Israeli Director’s Star-Studded English-Language Debut Premieres in Toronto


The highly-successful Israeli director Joseph Cedar received a standing ovation at the premiere of his first English-language film, entitled “Norman: The Moderate Rise and Tragic Fall of a New York Fixer,” at this year’s Toronto Film Festival, according to the organizers. The film, Cedar’s first since 2011’s Oscar-shortlisted “Footnote”, tells the story of a fictitious New York “fixer” who forms a bond with a low-ranked Israeli minister, who soon after becomes Prime Minister.

The film, which has scenes set (and filmed) in New York, counts a raft of highly-celebrated stars from around the world in its cast. Richard Gere plays the lead as Norman Oppenheimer alongside fellow Americans and New Yorkers including Steve Buscemi (Reservoir Dogs, Boardwalk Empire) and Hank Azaria (Godzilla, The Simpsons). Other stars include British actors Michael Sheen (The Queen, Frost/Nixon) and Dan Stevens (Downton Abbey), and Israeli actor Lior Ashkenazi (Footnote, Walk on Water). Joseph Cedar, who wrote and directed the film, is also an established name, with both of his previous films, 2007’s “Beaufort” and 2011’s “Footnote,” shortlisted for the Oscar for Best Foreign Language Film.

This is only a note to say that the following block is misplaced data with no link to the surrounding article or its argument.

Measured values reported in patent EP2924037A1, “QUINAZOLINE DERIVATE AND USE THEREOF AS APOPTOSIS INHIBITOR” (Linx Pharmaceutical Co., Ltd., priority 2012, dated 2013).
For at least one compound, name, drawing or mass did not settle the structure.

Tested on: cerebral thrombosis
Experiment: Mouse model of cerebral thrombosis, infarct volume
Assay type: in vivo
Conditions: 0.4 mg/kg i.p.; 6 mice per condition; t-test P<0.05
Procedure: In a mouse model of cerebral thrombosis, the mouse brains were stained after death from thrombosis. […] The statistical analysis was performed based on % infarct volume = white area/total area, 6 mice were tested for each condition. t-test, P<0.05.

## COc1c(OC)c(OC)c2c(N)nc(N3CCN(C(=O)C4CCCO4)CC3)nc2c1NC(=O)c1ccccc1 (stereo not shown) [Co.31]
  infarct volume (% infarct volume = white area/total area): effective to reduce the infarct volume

There is no trailer yet for the film (although movie database IMDB does have a preview clip) which, according to Times of Israel, is due to be released in North America and Israel in early 2017.

When asked by Israeli Channel 2 News whether the film is based on the real-life story of former Israeli Prime Minister Ehud Olmert, who is currently serving a 19-month sentence for corruption-related offences, in part relating to his relationship with New York businessman Morris Talansky, Ashkenazi said merely that the story is about “friendship” and “someone looking for recognition.”

Among the people attending the preview were Cedar’s parents. His father, Howard Cedar, is a noted biochemist and Israel Prize recipient who last week won the prestigious Horwitz Prize, seen as a precursor to the Nobel.